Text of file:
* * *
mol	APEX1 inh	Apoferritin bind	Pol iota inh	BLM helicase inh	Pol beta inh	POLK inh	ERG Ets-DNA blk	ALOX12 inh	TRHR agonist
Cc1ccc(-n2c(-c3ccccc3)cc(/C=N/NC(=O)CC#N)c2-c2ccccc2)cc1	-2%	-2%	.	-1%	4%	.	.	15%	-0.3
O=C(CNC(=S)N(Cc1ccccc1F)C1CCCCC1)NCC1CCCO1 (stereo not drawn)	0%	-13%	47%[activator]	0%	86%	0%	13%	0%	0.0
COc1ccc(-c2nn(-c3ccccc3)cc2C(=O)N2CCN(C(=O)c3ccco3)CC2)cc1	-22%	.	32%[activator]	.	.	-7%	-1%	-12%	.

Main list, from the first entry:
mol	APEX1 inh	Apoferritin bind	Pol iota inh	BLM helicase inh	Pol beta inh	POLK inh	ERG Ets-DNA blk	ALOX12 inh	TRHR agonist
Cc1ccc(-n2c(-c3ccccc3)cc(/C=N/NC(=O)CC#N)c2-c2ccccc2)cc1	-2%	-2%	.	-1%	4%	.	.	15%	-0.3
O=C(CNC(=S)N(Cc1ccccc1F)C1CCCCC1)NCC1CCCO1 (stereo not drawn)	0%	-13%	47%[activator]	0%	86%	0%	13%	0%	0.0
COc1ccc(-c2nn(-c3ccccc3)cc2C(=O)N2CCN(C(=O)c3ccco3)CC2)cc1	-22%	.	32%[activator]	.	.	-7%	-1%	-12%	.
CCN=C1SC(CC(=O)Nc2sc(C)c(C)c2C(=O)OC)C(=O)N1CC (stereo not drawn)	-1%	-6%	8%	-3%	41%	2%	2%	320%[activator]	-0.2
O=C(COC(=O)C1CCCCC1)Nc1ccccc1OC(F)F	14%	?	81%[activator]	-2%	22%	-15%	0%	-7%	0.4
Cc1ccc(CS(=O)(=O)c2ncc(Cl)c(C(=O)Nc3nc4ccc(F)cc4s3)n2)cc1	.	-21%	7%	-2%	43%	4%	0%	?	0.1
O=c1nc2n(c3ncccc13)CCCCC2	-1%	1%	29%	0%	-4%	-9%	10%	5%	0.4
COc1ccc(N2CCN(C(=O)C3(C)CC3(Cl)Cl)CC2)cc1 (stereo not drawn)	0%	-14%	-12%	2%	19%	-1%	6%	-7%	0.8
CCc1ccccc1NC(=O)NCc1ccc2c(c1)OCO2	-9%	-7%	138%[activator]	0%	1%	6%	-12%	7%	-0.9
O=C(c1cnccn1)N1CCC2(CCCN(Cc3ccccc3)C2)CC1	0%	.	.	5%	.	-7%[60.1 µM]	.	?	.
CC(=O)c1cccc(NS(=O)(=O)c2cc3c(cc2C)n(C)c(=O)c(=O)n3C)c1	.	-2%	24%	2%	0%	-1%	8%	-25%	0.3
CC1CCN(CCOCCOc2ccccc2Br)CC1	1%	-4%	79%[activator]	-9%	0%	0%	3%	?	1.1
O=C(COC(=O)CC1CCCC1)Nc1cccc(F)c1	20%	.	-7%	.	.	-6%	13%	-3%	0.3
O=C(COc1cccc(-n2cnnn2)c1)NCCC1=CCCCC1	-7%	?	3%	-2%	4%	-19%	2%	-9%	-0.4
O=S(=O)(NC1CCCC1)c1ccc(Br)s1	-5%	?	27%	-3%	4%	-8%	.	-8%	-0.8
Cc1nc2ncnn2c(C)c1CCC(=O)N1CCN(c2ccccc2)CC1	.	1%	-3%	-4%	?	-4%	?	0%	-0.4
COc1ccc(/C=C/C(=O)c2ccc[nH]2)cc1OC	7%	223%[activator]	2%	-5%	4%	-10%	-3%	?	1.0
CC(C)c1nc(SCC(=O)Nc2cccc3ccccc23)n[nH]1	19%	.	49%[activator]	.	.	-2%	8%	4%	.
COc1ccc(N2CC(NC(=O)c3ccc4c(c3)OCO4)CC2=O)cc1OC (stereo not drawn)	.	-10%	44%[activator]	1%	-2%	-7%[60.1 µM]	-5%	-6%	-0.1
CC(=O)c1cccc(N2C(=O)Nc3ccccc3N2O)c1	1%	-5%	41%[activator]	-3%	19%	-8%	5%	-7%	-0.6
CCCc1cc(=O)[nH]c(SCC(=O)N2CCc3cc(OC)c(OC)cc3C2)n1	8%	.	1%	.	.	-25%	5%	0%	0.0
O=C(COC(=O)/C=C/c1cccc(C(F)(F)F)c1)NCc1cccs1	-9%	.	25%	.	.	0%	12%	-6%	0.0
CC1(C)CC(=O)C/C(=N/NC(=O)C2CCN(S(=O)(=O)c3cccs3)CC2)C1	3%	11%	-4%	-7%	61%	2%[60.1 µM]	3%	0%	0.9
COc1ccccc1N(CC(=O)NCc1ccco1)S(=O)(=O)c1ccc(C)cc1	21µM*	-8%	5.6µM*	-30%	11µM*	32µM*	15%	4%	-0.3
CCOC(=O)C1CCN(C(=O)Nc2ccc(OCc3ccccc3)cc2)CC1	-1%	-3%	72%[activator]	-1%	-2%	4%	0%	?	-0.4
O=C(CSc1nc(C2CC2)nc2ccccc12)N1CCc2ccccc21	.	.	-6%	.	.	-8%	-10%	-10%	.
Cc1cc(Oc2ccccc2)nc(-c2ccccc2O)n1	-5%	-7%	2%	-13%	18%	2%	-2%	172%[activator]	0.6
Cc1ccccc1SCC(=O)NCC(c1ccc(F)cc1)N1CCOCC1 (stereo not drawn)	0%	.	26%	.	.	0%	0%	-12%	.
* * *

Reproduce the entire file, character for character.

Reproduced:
mol	APEX1 inh	Apoferritin bind	Pol iota inh	BLM helicase inh	Pol beta inh	POLK inh	ERG Ets-DNA blk	ALOX12 inh	TRHR agonist
Cc1ccc(-n2c(-c3ccccc3)cc(/C=N/NC(=O)CC#N)c2-c2ccccc2)cc1	-2%	-2%	.	-1%	4%	.	.	15%	-0.3
O=C(CNC(=S)N(Cc1ccccc1F)C1CCCCC1)NCC1CCCO1 (stereo not drawn)	0%	-13%	47%[activator]	0%	86%	0%	13%	0%	0.0
COc1ccc(-c2nn(-c3ccccc3)cc2C(=O)N2CCN(C(=O)c3ccco3)CC2)cc1	-22%	.	32%[activator]	.	.	-7%	-1%	-12%	.

Main list, from the first entry:
mol	APEX1 inh	Apoferritin bind	Pol iota inh	BLM helicase inh	Pol beta inh	POLK inh	ERG Ets-DNA blk	ALOX12 inh	TRHR agonist
Cc1ccc(-n2c(-c3ccccc3)cc(/C=N/NC(=O)CC#N)c2-c2ccccc2)cc1	-2%	-2%	.	-1%	4%	.	.	15%	-0.3
O=C(CNC(=S)N(Cc1ccccc1F)C1CCCCC1)NCC1CCCO1 (stereo not drawn)	0%	-13%	47%[activator]	0%	86%	0%	13%	0%	0.0
COc1ccc(-c2nn(-c3ccccc3)cc2C(=O)N2CCN(C(=O)c3ccco3)CC2)cc1	-22%	.	32%[activator]	.	.	-7%	-1%	-12%	.
CCN=C1SC(CC(=O)Nc2sc(C)c(C)c2C(=O)OC)C(=O)N1CC (stereo not drawn)	-1%	-6%	8%	-3%	41%	2%	2%	320%[activator]	-0.2
O=C(COC(=O)C1CCCCC1)Nc1ccccc1OC(F)F	14%	?	81%[activator]	-2%	22%	-15%	0%	-7%	0.4
Cc1ccc(CS(=O)(=O)c2ncc(Cl)c(C(=O)Nc3nc4ccc(F)cc4s3)n2)cc1	.	-21%	7%	-2%	43%	4%	0%	?	0.1
O=c1nc2n(c3ncccc13)CCCCC2	-1%	1%	29%	0%	-4%	-9%	10%	5%	0.4
COc1ccc(N2CCN(C(=O)C3(C)CC3(Cl)Cl)CC2)cc1 (stereo not drawn)	0%	-14%	-12%	2%	19%	-1%	6%	-7%	0.8
CCc1ccccc1NC(=O)NCc1ccc2c(c1)OCO2	-9%	-7%	138%[activator]	0%	1%	6%	-12%	7%	-0.9
O=C(c1cnccn1)N1CCC2(CCCN(Cc3ccccc3)C2)CC1	0%	.	.	5%	.	-7%[60.1 µM]	.	?	.
CC(=O)c1cccc(NS(=O)(=O)c2cc3c(cc2C)n(C)c(=O)c(=O)n3C)c1	.	-2%	24%	2%	0%	-1%	8%	-25%	0.3
CC1CCN(CCOCCOc2ccccc2Br)CC1	1%	-4%	79%[activator]	-9%	0%	0%	3%	?	1.1
O=C(COC(=O)CC1CCCC1)Nc1cccc(F)c1	20%	.	-7%	.	.	-6%	13%	-3%	0.3
O=C(COc1cccc(-n2cnnn2)c1)NCCC1=CCCCC1	-7%	?	3%	-2%	4%	-19%	2%	-9%	-0.4
O=S(=O)(NC1CCCC1)c1ccc(Br)s1	-5%	?	27%	-3%	4%	-8%	.	-8%	-0.8
Cc1nc2ncnn2c(C)c1CCC(=O)N1CCN(c2ccccc2)CC1	.	1%	-3%	-4%	?	-4%	?	0%	-0.4
COc1ccc(/C=C/C(=O)c2ccc[nH]2)cc1OC	7%	223%[activator]	2%	-5%	4%	-10%	-3%	?	1.0
CC(C)c1nc(SCC(=O)Nc2cccc3ccccc23)n[nH]1	19%	.	49%[activator]	.	.	-2%	8%	4%	.
COc1ccc(N2CC(NC(=O)c3ccc4c(c3)OCO4)CC2=O)cc1OC (stereo not drawn)	.	-10%	44%[activator]	1%	-2%	-7%[60.1 µM]	-5%	-6%	-0.1
CC(=O)c1cccc(N2C(=O)Nc3ccccc3N2O)c1	1%	-5%	41%[activator]	-3%	19%	-8%	5%	-7%	-0.6
CCCc1cc(=O)[nH]c(SCC(=O)N2CCc3cc(OC)c(OC)cc3C2)n1	8%	.	1%	.	.	-25%	5%	0%	0.0
O=C(COC(=O)/C=C/c1cccc(C(F)(F)F)c1)NCc1cccs1	-9%	.	25%	.	.	0%	12%	-6%	0.0
CC1(C)CC(=O)C/C(=N/NC(=O)C2CCN(S(=O)(=O)c3cccs3)CC2)C1	3%	11%	-4%	-7%	61%	2%[60.1 µM]	3%	0%	0.9
COc1ccccc1N(CC(=O)NCc1ccco1)S(=O)(=O)c1ccc(C)cc1	21µM*	-8%	5.6µM*	-30%	11µM*	32µM*	15%	4%	-0.3
CCOC(=O)C1CCN(C(=O)Nc2ccc(OCc3ccccc3)cc2)CC1	-1%	-3%	72%[activator]	-1%	-2%	4%	0%	?	-0.4
O=C(CSc1nc(C2CC2)nc2ccccc12)N1CCc2ccccc21	.	.	-6%	.	.	-8%	-10%	-10%	.
Cc1cc(Oc2ccccc2)nc(-c2ccccc2O)n1	-5%	-7%	2%	-13%	18%	2%	-2%	172%[activator]	0.6
Cc1ccccc1SCC(=O)NCC(c1ccc(F)cc1)N1CCOCC1 (stereo not drawn)	0%	.	26%	.	.	0%	0%	-12%	.